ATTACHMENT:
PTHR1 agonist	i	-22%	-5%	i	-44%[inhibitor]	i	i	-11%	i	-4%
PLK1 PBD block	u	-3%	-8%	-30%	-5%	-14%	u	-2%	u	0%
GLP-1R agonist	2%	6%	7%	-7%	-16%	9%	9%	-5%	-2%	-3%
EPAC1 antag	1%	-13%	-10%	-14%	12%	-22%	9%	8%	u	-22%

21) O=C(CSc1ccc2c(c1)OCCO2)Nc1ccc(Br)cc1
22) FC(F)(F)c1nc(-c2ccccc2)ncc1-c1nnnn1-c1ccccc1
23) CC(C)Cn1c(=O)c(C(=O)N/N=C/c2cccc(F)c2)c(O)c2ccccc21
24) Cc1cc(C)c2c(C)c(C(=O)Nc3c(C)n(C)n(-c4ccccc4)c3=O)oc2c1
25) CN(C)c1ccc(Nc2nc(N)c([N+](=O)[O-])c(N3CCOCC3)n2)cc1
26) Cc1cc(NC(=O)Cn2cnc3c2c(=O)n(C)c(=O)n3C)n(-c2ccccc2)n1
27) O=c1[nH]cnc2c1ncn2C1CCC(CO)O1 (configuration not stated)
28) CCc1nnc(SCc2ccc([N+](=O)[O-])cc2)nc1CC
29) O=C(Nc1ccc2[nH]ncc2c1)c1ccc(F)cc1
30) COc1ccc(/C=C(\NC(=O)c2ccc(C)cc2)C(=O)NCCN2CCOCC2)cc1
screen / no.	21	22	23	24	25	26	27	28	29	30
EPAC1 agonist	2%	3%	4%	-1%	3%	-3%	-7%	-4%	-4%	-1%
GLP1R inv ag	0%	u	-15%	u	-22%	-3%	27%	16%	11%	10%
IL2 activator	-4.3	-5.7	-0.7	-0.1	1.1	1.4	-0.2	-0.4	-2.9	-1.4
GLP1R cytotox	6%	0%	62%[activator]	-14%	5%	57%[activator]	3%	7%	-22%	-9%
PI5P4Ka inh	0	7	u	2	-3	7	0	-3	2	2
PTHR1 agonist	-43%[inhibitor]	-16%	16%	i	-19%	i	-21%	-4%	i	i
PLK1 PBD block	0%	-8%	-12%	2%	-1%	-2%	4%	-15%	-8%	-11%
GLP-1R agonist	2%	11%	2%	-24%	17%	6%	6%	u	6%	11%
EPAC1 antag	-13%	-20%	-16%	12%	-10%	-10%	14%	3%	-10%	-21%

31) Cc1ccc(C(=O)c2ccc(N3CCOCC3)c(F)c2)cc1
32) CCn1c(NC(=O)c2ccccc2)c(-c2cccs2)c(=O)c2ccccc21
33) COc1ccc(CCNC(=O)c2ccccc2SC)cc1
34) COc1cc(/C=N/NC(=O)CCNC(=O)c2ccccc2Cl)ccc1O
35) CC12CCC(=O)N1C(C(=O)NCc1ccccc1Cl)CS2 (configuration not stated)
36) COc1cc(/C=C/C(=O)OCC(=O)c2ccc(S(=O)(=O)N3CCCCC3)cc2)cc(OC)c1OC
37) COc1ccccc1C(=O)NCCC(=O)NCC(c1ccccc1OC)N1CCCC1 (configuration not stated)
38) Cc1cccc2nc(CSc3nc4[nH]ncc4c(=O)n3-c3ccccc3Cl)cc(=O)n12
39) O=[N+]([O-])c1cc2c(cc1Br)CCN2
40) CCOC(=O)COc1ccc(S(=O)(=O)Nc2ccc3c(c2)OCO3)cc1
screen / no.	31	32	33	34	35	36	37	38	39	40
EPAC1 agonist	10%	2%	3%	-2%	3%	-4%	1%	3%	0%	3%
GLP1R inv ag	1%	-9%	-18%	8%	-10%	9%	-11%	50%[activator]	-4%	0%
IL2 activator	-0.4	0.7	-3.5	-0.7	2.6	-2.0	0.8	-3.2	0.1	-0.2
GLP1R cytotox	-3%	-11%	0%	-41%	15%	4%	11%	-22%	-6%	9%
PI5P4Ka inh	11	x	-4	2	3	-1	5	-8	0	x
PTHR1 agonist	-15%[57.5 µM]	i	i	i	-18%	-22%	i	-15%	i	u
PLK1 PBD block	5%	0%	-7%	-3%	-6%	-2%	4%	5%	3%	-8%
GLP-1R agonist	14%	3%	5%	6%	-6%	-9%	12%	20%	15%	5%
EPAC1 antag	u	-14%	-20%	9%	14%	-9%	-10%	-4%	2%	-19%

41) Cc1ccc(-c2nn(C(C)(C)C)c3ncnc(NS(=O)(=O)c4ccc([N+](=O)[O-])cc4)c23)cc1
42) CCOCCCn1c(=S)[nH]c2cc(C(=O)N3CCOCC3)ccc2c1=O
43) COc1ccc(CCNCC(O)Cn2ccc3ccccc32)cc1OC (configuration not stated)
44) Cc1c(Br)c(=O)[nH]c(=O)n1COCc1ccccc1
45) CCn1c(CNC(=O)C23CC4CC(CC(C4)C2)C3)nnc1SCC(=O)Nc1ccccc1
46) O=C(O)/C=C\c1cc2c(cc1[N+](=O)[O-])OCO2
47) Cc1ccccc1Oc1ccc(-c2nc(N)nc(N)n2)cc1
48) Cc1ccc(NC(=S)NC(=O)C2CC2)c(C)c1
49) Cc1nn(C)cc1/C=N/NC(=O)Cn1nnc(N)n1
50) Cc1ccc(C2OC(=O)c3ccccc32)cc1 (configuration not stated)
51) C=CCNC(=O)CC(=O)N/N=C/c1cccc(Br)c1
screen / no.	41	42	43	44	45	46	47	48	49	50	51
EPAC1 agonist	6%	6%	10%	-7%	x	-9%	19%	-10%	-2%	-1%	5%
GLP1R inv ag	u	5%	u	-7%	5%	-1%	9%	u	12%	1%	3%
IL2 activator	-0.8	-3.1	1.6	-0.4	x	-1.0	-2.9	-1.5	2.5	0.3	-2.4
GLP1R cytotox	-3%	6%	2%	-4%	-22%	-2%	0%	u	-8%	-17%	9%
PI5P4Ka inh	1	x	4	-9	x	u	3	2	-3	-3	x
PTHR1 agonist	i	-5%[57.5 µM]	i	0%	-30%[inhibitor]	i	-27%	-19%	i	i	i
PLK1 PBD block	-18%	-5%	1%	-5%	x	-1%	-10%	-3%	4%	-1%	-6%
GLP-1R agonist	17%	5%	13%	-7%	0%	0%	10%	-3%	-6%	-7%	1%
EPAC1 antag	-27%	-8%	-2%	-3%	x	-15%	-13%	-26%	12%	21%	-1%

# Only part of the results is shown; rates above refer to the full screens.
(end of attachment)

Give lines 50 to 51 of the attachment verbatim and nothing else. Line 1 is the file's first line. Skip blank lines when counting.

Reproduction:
46) O=C(O)/C=C\c1cc2c(cc1[N+](=O)[O-])OCO2
47) Cc1ccccc1Oc1ccc(-c2nc(N)nc(N)n2)cc1